Blandford station was once a significant employer. By 1901 it had a workforce of around 50 which included porters, clerks, permanent-way men, signalmen and a large general labouring gang. Within a decade the number had roughly doubled. Among the eight porters was foreman porter John Hockey. His great grandson, Vernon Rattenbury reckons nine of John’s ten children were born at Blandford Station. The 1891 census lists John and his family living in Station Yard, Edward Street. Most of the station’s staff lived to the north of the station. Shunting duties within the station yard were carried out with the help of two railway horses.
The Somerset & Dorset Line was nicknamed the ‘Swift & Delightful’ but more often the ‘Slow & Dirty!’ Had the proposed Wilts, Dorset & East Devon Railway been built connecting Salisbury with Exeter, via Blandford & Dorchester, then ‘Blandford Railway Junction’ would have been even busier.
Today, it is difficult to realise what an important role Blandford Station played locally in the past. As an example, around a century ago every newspaper advertisement with property for sale in the area would list the distance to the station.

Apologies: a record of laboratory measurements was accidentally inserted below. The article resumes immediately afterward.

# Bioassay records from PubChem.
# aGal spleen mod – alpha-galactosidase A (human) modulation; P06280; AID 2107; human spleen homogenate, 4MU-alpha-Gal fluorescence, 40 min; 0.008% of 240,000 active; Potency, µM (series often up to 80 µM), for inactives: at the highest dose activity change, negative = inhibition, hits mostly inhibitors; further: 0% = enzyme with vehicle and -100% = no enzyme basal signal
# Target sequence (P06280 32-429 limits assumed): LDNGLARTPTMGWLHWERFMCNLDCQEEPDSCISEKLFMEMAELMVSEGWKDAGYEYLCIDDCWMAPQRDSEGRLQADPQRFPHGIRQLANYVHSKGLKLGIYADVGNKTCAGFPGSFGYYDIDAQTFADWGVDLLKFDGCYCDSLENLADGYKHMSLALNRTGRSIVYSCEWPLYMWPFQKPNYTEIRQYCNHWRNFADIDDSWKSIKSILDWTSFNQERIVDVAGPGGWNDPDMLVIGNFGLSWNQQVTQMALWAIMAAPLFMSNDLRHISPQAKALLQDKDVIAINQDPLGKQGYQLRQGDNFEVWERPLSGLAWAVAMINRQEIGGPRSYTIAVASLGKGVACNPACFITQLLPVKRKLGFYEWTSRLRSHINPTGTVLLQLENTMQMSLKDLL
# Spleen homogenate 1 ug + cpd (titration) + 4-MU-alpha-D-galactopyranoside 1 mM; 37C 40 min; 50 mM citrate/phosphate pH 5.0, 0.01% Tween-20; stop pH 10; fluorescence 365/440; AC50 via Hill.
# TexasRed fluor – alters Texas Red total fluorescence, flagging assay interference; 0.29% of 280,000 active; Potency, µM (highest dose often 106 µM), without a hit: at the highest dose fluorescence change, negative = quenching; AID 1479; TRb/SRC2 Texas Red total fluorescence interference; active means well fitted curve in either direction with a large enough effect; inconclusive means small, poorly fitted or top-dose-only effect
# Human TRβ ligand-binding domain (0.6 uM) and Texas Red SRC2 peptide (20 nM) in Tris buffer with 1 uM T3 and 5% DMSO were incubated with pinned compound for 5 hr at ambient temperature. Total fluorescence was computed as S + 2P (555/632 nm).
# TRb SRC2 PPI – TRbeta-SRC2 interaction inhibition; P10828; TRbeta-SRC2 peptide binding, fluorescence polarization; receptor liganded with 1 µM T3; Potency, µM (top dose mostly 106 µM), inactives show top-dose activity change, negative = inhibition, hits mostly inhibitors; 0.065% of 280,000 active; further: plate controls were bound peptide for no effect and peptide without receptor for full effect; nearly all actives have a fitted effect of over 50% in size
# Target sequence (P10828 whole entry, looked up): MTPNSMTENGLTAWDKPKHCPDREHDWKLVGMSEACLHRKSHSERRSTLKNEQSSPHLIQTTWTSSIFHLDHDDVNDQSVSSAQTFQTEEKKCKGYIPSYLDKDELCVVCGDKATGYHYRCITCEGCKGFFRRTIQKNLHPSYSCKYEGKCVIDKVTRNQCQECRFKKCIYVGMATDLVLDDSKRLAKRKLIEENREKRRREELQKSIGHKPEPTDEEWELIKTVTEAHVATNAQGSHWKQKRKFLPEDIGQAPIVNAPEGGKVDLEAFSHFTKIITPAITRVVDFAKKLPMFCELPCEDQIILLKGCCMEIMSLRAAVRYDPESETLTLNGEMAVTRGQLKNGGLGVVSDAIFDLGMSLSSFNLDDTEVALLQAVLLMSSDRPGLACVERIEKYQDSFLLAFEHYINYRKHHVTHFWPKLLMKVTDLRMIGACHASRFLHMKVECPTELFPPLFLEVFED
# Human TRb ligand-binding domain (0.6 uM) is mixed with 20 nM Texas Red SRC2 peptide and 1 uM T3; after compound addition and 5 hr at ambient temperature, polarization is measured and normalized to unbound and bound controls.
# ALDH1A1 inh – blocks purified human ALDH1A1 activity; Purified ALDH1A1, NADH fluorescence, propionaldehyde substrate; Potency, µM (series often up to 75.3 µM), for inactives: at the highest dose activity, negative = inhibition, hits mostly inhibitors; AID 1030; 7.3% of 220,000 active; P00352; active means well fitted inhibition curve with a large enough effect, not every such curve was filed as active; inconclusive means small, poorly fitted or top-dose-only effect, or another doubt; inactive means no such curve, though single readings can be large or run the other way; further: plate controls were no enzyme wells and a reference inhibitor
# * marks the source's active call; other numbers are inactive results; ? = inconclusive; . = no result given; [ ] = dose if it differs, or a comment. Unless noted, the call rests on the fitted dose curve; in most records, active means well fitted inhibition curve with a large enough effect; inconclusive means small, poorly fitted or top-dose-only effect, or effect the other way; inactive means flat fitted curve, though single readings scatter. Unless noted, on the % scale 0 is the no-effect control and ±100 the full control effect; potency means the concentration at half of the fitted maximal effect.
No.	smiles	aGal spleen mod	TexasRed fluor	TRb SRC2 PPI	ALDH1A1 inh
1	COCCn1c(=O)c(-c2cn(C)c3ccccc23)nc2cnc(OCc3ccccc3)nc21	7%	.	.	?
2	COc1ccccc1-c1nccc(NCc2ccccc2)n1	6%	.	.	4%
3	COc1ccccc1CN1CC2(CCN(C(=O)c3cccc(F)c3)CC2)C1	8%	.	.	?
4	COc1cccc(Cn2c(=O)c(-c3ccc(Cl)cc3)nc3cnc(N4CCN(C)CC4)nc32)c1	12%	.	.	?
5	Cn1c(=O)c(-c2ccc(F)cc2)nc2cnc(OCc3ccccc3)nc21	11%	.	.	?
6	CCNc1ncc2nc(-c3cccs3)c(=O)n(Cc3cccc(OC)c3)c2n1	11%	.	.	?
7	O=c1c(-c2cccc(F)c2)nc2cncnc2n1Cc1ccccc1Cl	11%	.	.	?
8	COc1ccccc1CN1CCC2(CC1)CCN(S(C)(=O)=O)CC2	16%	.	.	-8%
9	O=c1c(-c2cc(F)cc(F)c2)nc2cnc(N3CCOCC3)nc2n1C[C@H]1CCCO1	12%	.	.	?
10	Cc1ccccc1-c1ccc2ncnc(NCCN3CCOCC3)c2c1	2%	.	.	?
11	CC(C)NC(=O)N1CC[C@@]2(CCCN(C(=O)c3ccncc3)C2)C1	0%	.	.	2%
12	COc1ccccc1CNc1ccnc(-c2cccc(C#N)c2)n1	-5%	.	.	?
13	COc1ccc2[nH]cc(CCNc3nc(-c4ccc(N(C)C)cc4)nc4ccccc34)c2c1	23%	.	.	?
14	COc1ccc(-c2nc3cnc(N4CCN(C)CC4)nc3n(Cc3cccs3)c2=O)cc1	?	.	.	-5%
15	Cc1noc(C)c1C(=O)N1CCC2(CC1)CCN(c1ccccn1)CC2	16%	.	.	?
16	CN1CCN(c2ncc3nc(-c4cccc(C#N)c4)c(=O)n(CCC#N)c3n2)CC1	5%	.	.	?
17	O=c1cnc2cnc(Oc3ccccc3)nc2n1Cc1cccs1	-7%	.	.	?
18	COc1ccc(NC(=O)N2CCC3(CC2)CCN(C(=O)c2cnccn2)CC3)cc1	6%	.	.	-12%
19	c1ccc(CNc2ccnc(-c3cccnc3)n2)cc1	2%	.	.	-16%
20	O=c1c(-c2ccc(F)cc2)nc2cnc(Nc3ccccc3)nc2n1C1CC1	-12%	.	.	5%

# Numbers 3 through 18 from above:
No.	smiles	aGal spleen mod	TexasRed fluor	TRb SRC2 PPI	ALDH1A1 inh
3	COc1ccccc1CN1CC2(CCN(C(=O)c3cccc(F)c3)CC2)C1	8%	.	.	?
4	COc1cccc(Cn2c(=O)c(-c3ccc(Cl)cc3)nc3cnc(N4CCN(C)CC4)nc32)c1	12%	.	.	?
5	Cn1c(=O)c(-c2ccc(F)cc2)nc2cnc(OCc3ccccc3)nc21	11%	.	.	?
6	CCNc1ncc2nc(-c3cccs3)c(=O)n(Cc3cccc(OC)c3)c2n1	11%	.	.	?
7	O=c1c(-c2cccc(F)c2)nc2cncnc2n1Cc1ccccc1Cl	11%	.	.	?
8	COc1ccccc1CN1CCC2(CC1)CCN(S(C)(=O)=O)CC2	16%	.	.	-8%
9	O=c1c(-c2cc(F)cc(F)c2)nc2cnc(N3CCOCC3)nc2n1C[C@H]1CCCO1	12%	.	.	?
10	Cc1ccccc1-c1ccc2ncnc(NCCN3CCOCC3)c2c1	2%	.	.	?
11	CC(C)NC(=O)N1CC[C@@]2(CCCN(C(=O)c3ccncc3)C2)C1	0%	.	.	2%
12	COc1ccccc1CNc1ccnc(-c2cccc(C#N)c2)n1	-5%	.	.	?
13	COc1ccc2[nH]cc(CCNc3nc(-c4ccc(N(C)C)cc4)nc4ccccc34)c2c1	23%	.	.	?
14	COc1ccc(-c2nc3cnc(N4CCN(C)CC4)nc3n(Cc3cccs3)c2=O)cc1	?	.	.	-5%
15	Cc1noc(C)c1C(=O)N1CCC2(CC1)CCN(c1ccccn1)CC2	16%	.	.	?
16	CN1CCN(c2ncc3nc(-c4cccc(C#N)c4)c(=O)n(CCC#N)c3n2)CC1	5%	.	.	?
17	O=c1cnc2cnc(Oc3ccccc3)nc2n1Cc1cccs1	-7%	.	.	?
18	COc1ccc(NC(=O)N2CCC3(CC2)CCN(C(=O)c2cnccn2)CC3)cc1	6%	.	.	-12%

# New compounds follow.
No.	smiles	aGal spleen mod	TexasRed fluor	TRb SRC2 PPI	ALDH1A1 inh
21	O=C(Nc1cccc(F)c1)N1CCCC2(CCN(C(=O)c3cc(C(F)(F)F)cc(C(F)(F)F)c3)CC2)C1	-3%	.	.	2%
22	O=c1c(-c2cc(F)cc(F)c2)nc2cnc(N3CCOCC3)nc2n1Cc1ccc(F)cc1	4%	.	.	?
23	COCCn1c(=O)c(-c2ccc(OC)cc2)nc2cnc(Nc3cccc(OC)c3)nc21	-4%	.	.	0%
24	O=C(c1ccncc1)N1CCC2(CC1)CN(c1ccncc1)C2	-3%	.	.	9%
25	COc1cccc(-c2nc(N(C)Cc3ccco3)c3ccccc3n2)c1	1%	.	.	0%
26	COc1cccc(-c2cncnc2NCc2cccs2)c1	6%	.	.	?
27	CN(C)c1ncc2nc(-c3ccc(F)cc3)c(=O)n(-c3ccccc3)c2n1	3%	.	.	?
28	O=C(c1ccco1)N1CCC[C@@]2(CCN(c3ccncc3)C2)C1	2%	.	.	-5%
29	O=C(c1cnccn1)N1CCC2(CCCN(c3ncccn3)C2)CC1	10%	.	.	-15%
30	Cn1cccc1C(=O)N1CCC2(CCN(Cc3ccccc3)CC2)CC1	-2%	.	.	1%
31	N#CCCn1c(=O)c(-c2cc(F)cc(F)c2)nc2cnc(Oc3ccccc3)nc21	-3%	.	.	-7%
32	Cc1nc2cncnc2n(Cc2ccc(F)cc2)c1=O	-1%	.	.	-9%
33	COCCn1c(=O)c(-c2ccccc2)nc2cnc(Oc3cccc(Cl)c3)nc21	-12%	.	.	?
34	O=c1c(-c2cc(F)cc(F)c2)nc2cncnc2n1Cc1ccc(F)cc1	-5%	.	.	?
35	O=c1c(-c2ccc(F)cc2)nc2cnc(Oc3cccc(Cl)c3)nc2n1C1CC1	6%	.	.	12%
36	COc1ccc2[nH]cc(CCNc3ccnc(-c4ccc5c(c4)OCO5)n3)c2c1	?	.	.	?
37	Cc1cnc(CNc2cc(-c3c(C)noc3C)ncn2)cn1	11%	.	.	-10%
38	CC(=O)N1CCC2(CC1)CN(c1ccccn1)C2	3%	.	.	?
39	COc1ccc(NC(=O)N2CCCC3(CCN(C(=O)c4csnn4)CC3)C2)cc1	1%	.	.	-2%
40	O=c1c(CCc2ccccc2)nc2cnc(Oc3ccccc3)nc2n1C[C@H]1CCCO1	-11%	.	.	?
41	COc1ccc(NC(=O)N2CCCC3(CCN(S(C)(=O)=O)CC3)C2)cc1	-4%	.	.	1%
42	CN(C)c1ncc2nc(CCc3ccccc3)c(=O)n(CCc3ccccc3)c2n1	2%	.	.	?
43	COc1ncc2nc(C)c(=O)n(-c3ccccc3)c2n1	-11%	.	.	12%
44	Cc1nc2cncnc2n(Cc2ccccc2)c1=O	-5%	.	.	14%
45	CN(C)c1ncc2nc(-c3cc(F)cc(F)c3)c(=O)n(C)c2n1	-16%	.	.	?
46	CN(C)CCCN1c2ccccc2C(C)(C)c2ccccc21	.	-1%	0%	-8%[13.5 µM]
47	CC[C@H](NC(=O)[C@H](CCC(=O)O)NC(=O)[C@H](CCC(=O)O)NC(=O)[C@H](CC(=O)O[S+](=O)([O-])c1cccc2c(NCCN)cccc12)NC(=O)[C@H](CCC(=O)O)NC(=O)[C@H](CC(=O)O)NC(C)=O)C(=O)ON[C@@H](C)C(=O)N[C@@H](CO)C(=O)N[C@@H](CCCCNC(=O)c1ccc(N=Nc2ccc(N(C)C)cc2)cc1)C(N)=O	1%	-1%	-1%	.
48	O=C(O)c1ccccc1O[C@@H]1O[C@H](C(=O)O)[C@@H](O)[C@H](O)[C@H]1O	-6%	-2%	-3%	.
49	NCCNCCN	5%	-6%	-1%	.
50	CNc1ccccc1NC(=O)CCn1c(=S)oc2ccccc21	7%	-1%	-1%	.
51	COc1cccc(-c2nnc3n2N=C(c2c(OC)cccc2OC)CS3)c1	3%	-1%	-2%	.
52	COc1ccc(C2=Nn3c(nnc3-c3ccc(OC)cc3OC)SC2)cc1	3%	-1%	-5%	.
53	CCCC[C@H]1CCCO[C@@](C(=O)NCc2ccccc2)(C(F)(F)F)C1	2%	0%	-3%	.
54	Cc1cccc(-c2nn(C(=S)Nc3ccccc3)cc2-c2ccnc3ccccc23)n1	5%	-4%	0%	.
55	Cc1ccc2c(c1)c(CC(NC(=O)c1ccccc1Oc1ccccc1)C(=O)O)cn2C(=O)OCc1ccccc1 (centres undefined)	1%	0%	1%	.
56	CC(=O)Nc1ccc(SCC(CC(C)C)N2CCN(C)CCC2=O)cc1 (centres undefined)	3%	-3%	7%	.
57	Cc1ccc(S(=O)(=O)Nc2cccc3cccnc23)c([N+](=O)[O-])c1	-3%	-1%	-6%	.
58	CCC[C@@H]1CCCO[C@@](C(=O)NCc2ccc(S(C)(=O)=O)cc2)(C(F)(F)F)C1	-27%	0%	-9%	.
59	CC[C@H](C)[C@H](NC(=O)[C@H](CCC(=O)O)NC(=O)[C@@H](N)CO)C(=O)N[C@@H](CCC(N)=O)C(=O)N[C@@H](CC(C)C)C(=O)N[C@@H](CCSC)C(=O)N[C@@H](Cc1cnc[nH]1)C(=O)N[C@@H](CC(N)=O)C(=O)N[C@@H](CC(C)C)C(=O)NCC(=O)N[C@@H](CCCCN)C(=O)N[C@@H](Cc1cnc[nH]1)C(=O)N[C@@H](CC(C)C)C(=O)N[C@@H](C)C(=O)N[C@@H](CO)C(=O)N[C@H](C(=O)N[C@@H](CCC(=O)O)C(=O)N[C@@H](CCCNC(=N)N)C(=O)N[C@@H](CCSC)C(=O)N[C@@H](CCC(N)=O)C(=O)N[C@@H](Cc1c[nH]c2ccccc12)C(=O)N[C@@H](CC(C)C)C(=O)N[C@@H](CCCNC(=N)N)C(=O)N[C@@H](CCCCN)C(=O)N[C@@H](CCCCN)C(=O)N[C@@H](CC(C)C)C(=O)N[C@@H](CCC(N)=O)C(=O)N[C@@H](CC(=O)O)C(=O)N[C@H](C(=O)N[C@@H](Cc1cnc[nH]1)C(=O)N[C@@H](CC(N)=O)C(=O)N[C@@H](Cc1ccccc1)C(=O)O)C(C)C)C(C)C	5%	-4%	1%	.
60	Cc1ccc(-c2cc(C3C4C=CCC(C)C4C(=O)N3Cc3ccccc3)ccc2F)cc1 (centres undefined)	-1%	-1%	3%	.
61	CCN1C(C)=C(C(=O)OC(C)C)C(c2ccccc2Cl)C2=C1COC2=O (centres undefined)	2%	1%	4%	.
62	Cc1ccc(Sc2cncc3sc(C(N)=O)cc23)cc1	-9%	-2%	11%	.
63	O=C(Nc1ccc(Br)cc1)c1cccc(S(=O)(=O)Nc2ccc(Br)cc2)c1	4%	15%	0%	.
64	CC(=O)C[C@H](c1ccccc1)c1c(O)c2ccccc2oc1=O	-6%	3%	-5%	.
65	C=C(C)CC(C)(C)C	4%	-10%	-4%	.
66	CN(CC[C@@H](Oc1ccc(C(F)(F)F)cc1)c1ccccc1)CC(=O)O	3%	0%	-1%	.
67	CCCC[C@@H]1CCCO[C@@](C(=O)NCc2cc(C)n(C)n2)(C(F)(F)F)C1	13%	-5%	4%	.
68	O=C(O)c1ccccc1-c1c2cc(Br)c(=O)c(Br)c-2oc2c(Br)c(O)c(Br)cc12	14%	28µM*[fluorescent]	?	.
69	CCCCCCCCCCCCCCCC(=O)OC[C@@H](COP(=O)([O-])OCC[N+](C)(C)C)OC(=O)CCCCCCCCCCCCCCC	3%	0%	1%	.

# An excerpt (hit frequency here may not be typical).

Frederick Barrett was the station master or ‘railway agent’ in 1901 and he lived with his wife, Henrietta in Eton Villas, Alexandra Street. Theirs was a railway family and both their sons worked on the Somerset & Dorset Railway. Apart from passengers, coal wagons would arrive regularly in the station yard for the local coal merchants. Sheep would pass through the station for the town’s sheep fairs. Young lads would enjoy helping to herd dozens of flocks to and from their destinations. With cattle following the same route quite a lot of cleaning up would have been necessary. The Council had a special horse drawn cart that swept and watered the streets. A good sized cattle market took place each week.
(Illustrations: Blandford Station)